What You Need to Know About Dog Flu

Dog flu Q&A with Dr. Kris Otteman, DABVP, CAWA, Vice President of Shelter Medicine and Operations

We’ve all seen the news about how the human flu is hitting our community especially hard this year. Chances are you know someone who has been or is currently sick.

Now, headlines are warning about dog flu. This news has sparked a lot of questions from our volunteers, adopters and the public. To help, we gathered information and advice from Dr. Kris Otteman, DABVP, CAWA, Vice President of Shelter Medicine and Operations.

Can animals get the flu?

Yes, many species of animals are susceptible to the influenza virus. The viruses are species specific, meaning that the dog flu is not the same as human flu.

What are the symptoms of dog flu?

The symptoms of dog flu, also called canine influenza virus or CIV, are actually fairly similar to human symptoms; coughing, sneezing, wheezing, loss of appetite and fever. These symptoms can be very similar to kennel cough. Although the symptoms are similar, monitoring the severity of symptoms, completing an influenza test and response to treatment are all ways veterinarians differentiate common bronchitis (kennel cough) from pneumonia or influenza. 

What are the treatments for dog flu?

Similar to influenza treatment for people, our canine patients need rest, hydration, possible treatment for cough and monitoring for secondary infections that may require antibiotics. To decrease the chance of spreading the virus, it’s best not to hospitalize dogs with influenza if they can be treated safely at home.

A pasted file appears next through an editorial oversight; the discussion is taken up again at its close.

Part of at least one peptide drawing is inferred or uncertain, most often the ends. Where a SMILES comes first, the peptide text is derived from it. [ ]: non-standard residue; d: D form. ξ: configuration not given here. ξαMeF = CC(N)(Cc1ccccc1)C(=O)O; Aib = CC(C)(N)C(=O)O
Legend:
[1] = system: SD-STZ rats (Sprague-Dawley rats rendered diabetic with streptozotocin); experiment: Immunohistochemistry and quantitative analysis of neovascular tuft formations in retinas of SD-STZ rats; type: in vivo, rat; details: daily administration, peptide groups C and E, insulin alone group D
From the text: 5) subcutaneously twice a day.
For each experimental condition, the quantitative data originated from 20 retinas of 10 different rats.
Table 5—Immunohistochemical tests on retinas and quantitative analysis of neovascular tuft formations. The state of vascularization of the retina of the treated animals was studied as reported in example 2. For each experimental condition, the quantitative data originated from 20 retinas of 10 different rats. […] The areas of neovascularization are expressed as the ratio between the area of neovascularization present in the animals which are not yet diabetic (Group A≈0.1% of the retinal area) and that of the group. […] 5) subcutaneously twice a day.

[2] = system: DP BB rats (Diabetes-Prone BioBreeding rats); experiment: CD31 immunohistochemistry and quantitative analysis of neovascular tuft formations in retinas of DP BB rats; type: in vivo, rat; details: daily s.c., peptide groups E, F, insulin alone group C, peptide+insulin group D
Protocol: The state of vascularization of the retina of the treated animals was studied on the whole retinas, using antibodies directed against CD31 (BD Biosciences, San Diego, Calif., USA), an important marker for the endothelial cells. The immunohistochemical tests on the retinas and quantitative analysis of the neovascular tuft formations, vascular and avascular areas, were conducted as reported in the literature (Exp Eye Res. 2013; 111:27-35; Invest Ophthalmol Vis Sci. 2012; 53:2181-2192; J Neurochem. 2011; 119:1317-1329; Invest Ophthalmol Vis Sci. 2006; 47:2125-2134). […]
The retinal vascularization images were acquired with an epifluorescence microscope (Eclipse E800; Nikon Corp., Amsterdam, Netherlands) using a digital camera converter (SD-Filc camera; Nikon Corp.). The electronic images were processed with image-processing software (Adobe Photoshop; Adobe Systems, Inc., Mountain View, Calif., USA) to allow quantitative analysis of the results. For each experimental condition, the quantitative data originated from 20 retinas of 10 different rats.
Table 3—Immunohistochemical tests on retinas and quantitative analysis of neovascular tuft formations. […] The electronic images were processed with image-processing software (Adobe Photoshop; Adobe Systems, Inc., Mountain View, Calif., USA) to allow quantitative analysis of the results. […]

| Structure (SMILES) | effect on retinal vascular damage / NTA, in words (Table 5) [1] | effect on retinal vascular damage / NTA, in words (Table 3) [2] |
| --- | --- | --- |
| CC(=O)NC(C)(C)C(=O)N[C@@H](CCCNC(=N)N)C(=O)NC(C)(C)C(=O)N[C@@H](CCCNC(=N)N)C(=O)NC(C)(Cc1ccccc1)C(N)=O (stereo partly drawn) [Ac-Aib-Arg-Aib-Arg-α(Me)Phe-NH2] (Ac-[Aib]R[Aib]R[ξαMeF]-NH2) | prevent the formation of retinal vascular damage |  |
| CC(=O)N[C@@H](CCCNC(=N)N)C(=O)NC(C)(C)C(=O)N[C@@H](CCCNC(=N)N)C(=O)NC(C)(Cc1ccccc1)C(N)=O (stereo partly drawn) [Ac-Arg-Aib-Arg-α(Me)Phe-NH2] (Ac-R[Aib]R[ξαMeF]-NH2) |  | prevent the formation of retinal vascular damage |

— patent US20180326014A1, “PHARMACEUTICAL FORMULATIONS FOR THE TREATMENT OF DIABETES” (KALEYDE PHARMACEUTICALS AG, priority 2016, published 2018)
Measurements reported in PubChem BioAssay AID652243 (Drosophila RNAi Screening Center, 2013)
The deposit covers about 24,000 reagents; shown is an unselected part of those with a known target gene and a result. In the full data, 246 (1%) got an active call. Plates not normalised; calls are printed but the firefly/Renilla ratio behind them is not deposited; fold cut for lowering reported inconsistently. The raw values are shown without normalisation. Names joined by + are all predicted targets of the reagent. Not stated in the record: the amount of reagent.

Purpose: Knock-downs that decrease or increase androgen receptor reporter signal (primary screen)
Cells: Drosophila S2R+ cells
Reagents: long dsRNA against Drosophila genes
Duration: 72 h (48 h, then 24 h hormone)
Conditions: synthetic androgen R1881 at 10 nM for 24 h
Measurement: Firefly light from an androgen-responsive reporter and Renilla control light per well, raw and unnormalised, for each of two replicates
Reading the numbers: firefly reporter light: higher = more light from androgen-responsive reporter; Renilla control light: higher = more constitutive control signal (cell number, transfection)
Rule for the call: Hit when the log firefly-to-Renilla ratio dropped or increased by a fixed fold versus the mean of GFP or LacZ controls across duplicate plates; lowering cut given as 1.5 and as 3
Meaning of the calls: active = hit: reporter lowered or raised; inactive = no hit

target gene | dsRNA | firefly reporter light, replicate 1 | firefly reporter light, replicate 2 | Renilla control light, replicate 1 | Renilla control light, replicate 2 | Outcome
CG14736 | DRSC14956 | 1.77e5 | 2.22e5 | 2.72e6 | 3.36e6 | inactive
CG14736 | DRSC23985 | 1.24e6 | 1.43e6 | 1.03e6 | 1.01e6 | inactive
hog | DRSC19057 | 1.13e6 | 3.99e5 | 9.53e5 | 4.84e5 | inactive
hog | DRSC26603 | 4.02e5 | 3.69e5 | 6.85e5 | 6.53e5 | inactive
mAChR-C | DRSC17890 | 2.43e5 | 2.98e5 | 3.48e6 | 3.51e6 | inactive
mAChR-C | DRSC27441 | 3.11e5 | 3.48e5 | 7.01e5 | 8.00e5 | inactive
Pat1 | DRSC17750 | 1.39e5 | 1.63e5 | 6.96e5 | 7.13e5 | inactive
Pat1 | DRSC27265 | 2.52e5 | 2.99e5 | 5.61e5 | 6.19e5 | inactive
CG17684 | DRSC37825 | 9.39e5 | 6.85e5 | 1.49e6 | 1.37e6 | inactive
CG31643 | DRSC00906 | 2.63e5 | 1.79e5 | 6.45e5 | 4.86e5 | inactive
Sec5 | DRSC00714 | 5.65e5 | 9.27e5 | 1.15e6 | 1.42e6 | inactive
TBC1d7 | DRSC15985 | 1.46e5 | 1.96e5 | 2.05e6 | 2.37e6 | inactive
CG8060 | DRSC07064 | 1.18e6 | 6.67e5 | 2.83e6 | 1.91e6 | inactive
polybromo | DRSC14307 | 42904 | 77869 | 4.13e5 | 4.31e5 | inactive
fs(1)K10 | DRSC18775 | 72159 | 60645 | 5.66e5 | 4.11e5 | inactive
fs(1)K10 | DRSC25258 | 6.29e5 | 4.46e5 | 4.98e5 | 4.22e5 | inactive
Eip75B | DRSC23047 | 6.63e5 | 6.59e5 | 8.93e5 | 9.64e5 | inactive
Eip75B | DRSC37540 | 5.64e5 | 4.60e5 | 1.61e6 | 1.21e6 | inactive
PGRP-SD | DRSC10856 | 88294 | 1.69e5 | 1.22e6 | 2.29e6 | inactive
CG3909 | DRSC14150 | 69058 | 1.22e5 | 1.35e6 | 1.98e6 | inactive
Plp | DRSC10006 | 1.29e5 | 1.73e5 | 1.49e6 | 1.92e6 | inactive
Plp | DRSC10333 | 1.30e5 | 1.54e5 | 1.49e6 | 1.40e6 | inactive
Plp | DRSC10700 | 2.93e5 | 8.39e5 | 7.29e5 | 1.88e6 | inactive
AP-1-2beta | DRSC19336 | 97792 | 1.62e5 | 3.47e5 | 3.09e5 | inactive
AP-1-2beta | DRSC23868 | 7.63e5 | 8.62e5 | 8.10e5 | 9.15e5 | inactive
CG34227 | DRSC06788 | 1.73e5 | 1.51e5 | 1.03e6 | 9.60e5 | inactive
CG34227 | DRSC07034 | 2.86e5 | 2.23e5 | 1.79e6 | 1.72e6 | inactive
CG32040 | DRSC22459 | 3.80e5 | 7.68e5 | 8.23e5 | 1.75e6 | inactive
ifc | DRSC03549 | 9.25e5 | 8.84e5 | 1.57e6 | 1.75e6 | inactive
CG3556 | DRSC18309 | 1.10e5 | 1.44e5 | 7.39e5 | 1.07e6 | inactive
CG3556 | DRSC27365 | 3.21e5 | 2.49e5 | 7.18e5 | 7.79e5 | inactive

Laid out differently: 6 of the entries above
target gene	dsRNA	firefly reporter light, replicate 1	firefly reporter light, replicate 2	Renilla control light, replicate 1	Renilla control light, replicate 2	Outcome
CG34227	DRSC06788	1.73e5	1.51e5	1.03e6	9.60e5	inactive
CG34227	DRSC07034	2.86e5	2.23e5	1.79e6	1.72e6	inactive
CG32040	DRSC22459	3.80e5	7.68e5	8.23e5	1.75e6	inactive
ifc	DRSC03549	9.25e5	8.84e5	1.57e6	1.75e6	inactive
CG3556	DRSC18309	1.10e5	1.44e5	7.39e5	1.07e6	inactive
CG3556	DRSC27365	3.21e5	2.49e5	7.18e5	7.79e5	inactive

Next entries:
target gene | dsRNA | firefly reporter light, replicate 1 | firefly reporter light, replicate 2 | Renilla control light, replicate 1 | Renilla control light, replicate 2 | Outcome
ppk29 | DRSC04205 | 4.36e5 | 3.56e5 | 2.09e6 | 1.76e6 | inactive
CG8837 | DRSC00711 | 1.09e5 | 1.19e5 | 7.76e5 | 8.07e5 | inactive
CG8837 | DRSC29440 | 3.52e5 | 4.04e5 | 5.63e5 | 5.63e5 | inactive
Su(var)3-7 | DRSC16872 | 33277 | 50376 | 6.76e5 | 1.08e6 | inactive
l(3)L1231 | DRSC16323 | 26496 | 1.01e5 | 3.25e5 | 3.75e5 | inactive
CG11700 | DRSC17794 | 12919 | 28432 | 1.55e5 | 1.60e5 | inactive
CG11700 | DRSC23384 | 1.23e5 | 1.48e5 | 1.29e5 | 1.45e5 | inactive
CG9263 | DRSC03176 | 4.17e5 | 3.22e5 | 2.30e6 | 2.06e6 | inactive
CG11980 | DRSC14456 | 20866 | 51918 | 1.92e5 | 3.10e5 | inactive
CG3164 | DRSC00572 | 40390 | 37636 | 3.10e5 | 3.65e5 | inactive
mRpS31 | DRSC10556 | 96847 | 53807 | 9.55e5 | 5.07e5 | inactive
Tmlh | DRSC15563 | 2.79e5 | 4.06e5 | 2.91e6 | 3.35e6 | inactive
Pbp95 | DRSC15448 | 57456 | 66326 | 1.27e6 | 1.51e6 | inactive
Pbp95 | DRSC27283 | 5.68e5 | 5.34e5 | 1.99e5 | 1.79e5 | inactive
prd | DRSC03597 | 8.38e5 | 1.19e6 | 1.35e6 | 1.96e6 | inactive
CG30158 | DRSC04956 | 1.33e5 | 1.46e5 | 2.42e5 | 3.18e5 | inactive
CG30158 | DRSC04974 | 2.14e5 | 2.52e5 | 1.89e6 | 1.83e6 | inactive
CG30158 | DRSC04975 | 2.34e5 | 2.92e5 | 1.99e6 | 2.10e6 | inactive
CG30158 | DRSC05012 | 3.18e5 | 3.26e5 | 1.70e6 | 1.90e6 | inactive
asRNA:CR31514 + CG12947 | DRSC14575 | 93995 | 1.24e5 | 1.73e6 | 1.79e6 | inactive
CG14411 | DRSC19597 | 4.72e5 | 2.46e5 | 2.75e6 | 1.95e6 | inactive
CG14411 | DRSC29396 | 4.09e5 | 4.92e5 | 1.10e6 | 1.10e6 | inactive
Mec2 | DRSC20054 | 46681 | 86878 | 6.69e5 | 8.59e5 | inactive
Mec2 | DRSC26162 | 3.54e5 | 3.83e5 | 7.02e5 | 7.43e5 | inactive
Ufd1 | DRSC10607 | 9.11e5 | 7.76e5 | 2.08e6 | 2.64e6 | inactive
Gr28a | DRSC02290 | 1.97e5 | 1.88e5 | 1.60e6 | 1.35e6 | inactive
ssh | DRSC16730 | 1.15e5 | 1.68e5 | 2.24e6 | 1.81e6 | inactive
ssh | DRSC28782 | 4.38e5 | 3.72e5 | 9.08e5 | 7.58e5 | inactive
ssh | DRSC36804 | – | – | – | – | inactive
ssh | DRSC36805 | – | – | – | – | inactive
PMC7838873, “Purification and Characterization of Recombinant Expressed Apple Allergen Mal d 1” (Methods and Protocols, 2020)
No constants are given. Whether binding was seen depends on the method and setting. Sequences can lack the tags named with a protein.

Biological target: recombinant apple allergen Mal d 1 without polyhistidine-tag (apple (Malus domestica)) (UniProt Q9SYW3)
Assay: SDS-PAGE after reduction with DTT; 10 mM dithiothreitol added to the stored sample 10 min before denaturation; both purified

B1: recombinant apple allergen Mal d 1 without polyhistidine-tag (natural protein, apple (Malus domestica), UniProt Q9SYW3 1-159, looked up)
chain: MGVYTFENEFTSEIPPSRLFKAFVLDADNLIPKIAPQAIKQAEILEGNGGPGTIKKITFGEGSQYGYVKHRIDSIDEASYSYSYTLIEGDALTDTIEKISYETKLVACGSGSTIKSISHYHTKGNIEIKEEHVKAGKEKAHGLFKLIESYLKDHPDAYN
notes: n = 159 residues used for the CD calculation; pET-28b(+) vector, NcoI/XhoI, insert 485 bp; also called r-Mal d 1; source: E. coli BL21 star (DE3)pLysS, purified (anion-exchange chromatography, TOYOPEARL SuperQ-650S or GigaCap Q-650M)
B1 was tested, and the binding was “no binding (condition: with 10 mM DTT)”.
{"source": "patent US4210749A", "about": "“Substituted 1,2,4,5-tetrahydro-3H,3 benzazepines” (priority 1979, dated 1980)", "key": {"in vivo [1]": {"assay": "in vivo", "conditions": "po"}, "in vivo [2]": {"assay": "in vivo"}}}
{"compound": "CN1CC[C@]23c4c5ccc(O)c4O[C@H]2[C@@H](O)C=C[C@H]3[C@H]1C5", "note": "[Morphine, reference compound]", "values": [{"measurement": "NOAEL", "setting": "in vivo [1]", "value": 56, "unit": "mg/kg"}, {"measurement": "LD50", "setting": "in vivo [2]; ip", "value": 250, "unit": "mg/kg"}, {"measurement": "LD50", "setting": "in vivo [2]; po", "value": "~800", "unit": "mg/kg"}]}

Should I get my pet vaccinated?

Every pet’s needs and risks are different so you should speak with your family veterinarian for specific recommendations. 

Can I give my dog (or cat) the flu or can I catch it from my pet?

No, the virus is species specific. If you and your pet are sick at the same time, it’s merely a coincidence.

Has the dog flu spread to Oregon?

The dog flu has affected certain parts of the country more heavily than others. Cornell University’s website is the most up to date source of information about canine influenza and where it has been diagnosed. It’s important to know that veterinarians in private practice and shelters are on the lookout for this disease and have been asked to report any cases.  

Are the dogs at OHS vaccinated for dog flu?

OHS is not currently vaccinating dogs for influenza. The vaccine reduces the severity of the disease but does not prevent infection and giving one vaccine prior to adoption is unlikely to be protective at the shelter or beyond. The best prevention is recognizing a potential infection and isolating that dog until a diagnosis is confirmed.

If I have interacted with any of the dogs at OHS, do I need to be concerned about giving anything to my other pets at home?

Usual precautions of washing hands or changing clothes between contact of animals at the shelter and home apply to this virus in the same way as other infectious disease of both dogs and cats.  In general the risk of carrying a disease home to your pets is low if basic cleanliness guidelines are followed.